Mc FARLAND v. STATE

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Mc FARLAND v. STATE
1982 OK CR 111
648 P.2d 1248
Case Number: F-81-158
Decided: 07/26/1982
Oklahoma Court of Criminal Appeals

An appeal from the District Court of Seminole County; Gordon Melson, Judge.

Paul Robert Mc Farland, appellant, was convicted of First Degree Murder and sentenced to life imprisonment, in Seminole County District Court, Case No. CRF-80-66. AFFIRMED.

Richard E. Butner, Wewoka, for appellant.

Jan Eric Cartwright, Atty. Gen., Tomilou Gentry Liddell, Asst. Atty. Gen., Oklahoma City, for appellee.

OPINION

BUSSEY, Judge:

[648 P.2d 1249]

¶1 The appellant, Paul Robert Mc Farland, was charged with First Degree Murder in the shotgun slaying of his wife. The appellant was convicted in Seminole County District Court, Case No. 80-66, and was sentenced to life imprisonment.

I.

¶2 As his first assignment of error, the appellant contends that he did not have adequate time to prepare for trial and as a consequence, the trial court erred in not granting his motions for continuance. An [648 P.2d 1250] accused is entitled to a reasonable time to prepare for trial. Riddle v. State, 374 P.2d 634 (Okl.Cr. 1962); and counsel appointed to defend the accused . . . must be given reasonable time to prepare for trial. Davis v. State, 368 P.2d 519 (Okl.Cr. 1962). However, a motion for a continuance is addressed to the sound discretion of the trial judge, and the ruling thereon will not be disturbed on appeal unless an abuse of discretion is apparent. Renfro v. State, 607 P.2d 703 (Okl.Cr. 1980).

¶3 In the case before us, McFarland had the same attorney represent him throughout all the various proceedings, and had nearly six (6) months in which to prepare his defense.

¶4 Further, the record reflects that the defendant did not subpoena his own private psychiatrist to testify at trial. Under the circumstances, we do not find that the trial court decision was an abuse of discretion.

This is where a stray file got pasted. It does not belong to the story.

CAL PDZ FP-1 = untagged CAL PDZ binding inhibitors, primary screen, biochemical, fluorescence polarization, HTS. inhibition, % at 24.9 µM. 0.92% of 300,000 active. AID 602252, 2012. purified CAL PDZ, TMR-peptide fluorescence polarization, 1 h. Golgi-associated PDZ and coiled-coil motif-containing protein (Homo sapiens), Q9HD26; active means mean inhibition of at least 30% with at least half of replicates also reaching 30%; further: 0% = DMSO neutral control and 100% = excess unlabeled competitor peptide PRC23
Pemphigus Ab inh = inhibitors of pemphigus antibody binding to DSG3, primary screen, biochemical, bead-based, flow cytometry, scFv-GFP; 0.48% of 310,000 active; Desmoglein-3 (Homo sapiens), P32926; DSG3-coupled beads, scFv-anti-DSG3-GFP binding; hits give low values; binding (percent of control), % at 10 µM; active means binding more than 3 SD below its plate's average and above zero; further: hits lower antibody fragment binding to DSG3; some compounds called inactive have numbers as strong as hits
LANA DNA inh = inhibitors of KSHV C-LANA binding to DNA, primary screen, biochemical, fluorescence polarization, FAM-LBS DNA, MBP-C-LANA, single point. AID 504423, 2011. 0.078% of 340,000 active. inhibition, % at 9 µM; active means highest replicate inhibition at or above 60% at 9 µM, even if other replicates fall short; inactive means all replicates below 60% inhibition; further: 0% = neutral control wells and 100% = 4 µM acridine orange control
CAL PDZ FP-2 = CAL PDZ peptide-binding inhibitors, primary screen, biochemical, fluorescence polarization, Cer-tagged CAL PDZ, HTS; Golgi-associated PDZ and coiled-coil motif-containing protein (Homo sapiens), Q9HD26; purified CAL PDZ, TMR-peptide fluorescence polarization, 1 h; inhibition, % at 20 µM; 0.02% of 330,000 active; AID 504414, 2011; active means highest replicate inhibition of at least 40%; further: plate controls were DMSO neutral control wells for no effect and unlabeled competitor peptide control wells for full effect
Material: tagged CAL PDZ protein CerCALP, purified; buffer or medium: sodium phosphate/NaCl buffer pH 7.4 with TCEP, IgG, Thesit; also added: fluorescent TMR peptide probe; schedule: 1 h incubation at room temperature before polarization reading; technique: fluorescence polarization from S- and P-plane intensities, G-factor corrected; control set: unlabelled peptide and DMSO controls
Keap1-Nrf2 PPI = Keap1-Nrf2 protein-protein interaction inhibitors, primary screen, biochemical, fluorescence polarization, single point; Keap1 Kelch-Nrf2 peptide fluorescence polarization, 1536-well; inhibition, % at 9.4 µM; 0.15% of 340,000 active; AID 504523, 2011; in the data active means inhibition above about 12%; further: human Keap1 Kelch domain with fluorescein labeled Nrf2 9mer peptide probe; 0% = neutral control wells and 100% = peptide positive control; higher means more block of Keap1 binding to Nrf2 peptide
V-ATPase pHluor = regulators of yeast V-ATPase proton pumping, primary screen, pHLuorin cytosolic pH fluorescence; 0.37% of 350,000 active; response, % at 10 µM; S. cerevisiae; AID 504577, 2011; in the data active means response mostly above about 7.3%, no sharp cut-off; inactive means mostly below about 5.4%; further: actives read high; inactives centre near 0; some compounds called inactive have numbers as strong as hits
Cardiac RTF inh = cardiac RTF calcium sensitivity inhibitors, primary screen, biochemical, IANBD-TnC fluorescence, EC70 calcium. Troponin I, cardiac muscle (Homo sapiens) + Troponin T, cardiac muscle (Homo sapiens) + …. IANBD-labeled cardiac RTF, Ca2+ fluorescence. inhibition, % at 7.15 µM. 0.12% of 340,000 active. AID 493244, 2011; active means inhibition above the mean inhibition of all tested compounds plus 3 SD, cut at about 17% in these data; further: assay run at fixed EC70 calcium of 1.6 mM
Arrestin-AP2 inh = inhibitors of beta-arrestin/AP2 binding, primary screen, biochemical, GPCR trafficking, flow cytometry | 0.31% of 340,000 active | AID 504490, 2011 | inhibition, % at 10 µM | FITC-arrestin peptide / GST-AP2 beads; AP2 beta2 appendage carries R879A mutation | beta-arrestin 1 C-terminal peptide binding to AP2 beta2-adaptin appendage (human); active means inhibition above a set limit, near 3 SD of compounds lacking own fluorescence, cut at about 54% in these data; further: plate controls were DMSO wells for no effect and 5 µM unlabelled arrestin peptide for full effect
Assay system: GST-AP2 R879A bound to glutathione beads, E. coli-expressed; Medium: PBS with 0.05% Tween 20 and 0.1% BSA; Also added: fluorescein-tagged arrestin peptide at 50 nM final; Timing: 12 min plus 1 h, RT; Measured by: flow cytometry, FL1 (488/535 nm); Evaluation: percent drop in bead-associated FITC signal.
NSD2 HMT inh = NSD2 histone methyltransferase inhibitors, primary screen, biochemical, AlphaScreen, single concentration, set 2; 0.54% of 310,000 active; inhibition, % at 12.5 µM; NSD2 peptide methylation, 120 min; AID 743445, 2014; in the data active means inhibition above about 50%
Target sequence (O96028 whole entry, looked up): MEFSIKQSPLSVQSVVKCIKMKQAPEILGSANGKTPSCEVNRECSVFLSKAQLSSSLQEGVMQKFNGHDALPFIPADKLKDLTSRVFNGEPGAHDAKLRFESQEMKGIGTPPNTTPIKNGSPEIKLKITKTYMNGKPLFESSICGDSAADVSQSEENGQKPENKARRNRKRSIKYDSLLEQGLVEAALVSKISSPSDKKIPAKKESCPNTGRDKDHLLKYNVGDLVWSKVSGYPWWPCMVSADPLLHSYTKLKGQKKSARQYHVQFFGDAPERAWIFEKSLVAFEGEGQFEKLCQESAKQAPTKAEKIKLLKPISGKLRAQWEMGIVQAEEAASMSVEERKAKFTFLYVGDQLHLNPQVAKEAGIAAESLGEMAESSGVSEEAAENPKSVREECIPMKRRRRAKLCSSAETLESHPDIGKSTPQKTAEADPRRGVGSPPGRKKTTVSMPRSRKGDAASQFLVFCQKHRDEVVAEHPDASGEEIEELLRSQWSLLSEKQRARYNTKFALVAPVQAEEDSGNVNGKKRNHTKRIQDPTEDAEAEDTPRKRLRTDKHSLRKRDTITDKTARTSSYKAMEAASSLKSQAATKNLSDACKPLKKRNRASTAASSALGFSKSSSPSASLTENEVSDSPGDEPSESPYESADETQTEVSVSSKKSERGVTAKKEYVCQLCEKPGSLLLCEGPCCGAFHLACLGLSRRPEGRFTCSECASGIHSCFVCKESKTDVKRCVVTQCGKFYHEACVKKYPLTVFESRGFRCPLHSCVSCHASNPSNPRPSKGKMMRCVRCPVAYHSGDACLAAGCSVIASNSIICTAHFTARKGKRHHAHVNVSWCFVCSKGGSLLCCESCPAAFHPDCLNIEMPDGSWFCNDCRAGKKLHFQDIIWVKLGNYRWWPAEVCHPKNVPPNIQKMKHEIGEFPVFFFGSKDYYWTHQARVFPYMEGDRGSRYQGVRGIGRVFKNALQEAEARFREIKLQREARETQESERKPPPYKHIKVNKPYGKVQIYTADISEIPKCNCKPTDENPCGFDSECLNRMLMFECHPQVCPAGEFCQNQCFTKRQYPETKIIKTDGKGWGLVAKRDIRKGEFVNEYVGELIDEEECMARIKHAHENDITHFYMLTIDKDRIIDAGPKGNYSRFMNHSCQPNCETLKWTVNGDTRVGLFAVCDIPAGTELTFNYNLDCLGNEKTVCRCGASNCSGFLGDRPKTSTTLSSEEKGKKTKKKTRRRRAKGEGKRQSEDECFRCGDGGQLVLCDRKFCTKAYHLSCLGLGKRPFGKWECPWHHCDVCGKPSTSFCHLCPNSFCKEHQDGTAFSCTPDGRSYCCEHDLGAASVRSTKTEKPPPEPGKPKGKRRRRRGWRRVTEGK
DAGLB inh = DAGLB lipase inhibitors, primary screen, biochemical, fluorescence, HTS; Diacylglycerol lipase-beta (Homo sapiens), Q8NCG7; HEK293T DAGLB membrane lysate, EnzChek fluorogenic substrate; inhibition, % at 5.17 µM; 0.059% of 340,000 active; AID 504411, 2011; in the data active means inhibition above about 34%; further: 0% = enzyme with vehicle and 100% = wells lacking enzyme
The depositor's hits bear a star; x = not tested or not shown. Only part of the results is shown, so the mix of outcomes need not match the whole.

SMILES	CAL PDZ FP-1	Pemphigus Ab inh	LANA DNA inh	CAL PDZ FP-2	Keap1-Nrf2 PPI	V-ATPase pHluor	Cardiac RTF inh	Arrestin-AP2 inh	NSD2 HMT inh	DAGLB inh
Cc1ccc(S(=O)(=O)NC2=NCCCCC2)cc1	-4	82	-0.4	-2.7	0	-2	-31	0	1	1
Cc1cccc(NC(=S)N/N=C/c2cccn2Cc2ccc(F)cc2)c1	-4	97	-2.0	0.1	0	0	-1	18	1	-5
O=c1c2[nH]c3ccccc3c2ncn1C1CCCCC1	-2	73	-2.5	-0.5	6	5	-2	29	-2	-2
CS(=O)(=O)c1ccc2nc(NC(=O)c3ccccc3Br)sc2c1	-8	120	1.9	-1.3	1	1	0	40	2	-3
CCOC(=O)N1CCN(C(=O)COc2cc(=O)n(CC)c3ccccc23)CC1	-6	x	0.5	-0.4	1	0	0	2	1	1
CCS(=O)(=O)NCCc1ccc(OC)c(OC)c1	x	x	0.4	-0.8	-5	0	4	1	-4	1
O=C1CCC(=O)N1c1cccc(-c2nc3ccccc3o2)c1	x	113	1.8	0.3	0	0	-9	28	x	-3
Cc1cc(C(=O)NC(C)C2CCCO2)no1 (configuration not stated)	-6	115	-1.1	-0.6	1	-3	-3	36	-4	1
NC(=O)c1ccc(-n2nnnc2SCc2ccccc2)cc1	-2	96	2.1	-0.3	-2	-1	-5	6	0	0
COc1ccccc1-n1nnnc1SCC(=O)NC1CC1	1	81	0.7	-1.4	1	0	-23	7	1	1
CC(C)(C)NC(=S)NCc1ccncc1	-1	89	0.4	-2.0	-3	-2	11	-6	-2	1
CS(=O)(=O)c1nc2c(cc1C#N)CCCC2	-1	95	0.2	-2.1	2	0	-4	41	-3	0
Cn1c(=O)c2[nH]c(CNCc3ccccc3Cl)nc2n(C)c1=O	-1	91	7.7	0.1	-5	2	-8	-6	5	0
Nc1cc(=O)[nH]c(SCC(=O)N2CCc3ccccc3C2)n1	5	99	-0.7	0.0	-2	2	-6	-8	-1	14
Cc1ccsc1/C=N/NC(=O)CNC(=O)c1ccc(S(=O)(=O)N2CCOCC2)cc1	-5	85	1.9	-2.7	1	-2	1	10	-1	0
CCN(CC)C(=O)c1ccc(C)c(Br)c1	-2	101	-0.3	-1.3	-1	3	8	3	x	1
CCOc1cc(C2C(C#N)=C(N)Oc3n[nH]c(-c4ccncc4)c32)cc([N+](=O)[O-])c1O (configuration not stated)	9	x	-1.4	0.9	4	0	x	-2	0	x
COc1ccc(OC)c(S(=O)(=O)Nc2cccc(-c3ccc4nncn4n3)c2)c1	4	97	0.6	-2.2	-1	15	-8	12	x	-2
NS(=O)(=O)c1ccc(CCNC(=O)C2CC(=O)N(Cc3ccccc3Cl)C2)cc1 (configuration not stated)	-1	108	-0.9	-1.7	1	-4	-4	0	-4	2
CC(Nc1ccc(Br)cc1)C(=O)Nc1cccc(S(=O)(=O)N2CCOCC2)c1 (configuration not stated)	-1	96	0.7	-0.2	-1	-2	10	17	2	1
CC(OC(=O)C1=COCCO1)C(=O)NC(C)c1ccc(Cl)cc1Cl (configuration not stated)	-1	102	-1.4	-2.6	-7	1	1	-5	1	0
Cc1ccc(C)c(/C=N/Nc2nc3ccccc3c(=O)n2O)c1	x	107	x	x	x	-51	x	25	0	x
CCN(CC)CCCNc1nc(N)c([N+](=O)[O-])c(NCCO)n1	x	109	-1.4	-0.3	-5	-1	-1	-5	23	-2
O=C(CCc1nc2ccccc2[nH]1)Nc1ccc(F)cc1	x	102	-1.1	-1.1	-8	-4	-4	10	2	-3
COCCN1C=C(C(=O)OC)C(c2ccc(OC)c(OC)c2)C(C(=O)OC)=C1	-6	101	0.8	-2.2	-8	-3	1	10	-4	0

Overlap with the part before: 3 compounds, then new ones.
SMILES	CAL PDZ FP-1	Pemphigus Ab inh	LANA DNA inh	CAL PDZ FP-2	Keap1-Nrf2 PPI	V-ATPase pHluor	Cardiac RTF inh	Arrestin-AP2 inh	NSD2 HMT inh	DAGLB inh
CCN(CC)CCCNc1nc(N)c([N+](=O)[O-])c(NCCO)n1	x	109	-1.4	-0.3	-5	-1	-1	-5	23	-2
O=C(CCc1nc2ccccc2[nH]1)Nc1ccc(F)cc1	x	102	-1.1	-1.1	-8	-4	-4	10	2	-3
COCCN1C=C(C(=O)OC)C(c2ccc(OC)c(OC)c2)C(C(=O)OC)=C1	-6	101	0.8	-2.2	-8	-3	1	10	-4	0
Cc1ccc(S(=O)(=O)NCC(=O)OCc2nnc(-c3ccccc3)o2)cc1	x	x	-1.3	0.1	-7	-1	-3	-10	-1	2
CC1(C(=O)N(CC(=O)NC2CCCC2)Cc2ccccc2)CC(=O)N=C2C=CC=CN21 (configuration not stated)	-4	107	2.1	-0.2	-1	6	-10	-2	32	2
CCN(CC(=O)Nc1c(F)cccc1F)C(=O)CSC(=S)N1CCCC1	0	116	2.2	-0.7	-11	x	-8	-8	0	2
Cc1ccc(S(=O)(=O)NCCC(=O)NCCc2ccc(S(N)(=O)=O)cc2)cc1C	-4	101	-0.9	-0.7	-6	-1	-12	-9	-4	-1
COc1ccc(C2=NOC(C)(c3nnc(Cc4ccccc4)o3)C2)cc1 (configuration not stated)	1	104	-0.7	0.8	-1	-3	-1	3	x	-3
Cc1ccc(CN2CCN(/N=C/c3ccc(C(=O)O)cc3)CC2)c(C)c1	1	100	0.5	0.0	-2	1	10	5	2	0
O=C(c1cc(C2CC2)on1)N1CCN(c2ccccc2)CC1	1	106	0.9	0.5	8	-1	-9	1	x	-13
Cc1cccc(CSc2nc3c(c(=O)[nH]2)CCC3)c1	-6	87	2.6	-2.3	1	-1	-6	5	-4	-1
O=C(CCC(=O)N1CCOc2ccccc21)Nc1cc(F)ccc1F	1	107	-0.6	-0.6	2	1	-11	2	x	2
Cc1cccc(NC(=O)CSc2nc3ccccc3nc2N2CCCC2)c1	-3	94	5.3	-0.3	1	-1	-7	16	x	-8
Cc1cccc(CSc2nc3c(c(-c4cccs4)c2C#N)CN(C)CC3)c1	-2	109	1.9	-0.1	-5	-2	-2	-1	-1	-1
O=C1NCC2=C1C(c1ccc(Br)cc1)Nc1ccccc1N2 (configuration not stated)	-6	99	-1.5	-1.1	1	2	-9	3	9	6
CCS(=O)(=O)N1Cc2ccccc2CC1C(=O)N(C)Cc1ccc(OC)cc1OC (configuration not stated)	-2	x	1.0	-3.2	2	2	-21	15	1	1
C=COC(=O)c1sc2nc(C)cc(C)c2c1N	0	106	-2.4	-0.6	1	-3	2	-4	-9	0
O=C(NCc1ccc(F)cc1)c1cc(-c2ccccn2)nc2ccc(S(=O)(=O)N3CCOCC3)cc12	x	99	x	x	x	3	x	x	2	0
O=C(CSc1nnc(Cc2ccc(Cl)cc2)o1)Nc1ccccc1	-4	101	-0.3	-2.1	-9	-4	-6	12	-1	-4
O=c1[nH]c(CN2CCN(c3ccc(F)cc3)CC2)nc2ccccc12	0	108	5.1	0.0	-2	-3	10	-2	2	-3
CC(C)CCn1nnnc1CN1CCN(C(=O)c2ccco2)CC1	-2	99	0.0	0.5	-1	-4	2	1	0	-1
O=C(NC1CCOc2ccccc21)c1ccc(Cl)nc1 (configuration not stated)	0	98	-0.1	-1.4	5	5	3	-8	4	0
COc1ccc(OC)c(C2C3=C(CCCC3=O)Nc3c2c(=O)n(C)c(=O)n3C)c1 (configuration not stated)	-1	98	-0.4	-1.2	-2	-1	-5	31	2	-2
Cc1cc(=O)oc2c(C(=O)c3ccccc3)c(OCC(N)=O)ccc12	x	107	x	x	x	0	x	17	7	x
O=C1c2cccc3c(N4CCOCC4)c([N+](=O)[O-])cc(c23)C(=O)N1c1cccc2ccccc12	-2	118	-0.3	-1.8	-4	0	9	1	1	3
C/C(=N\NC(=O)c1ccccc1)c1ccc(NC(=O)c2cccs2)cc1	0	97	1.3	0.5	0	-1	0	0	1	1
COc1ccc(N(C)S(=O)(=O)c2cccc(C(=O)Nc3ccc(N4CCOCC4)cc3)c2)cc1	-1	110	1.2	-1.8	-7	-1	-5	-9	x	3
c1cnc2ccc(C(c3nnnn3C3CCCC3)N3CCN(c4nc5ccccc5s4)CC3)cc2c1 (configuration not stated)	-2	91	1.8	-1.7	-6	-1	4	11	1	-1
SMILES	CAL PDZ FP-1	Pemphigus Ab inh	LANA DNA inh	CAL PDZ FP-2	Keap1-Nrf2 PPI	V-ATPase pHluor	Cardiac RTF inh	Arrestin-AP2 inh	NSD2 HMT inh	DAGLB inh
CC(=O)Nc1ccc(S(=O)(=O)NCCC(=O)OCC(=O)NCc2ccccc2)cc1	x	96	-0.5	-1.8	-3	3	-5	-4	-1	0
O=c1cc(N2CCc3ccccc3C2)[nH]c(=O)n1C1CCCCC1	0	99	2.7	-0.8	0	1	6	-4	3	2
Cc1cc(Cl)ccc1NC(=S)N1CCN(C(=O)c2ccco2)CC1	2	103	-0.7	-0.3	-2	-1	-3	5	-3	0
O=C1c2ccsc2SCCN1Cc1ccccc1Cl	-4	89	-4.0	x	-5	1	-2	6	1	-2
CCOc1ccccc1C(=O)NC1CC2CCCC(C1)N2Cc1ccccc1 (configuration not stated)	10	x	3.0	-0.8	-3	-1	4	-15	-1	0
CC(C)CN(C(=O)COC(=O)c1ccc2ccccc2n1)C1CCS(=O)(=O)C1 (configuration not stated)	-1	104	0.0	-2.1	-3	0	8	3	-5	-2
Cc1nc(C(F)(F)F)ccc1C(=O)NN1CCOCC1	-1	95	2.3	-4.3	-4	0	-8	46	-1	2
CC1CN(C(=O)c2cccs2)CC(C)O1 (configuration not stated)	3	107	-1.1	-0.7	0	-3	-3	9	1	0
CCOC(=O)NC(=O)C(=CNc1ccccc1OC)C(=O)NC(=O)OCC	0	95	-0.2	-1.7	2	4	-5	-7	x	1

II.

¶5 In his second assignment of error, the appellant alleges error occurred in the admission into evidence of a partially unintelligible tape recording of the appellant's confession. We find that the trial court substantially followed the procedure for admission of sound recordings outlined in Brewer v. State, 414 P.2d 559 (Okl.Cr. 1966). The judge determined the authenticity of the tapes, the voluntariness of the confession and the admissibility of the recording out of the hearing of the jury.

¶6 Where a tape recording is objected to as unintelligible or inaudible, its admissibility is within the sound discretion of the trial judge. (citations omitted) Unless the unintelligible portions are so substantial as to render the recording as a whole untrustworthy, it may be admitted. United States v. Watson, 594 F.2d 1330 (10th Cir. 1979). Here, the majority of the tape was intelligible and the recording as a whole was trustworthy, therefore, it was not error for the trial court to allow use of the tape recording.

III.

¶7 The appellant's last assignment of error is that the appellant was too intoxicated to form the malice aforethought required by 21 O.S. 1981 § 701.7 [21-701.7](A) for First Degree Murder. This Court has consistently held that it is the exclusive province of the jury to weigh the testimony and surrounding circumstances to determine malice aforethought.2 Nichols v. State, 564 P.2d 667 (Okl.Cr. 1977). Here the trial court gave proper instructions on intoxication and the lesser included offense of First Degree Manslaughter. The jury obviously considered these possibilities as they asked for a further instruction concerning them during deliberation. The jury properly weighed all the evidence, and the Court of Criminal Appeals will not invade the province of the jury to overturn its verdict. See, Morris v. State, 607 P.2d 1187 (Okl.Cr. 1980), Nichols v. State, 564 P.2d 667 (Okl.Cr. 1977).

[648 P.2d 1251]

¶8 For the above stated reasons, the judgment and sentence should be AFFIRMED.

BRETT, P.J., and CORNISH, J., concur.

 

Footnotes:

1 The record discloses that defense counsel's psychiatrist could have examined the appellant while he was at the state hospital during a sixty (60) day evaluation period. Further, at a hearing on September 18, the trial judge made the State's psychiatrist available to confer with the appellant's expert witness to provide him with anything he might need for his testimony.

2 A review of the record discloses that substantial evidence was presented from which the jury could have concluded that the defendant shot the rifle with intent to kill, when the defense counsel elicited the following on redirect examination:

Q. Now, Mr. McFarland, do you remember any time thinking about your Uncle John when Nadine walked down the car?

A. Yes, sir, I believe when she first come around the corner of the pick-up, I thought it was him.

Q. Okay. And what were your thoughts about him?

A. I would have shot him if he pulled a gun on me.

Q. When you made this statement the District Attorney is talking about jerking the gun, now, do you know what you were doing when you aimed the gun, when you pointed the gun?

A. At the person, probably.

Q. Now what do you mean by these statements that you made, if you remember now, to the police officers?

A. Probably it was her instead of him.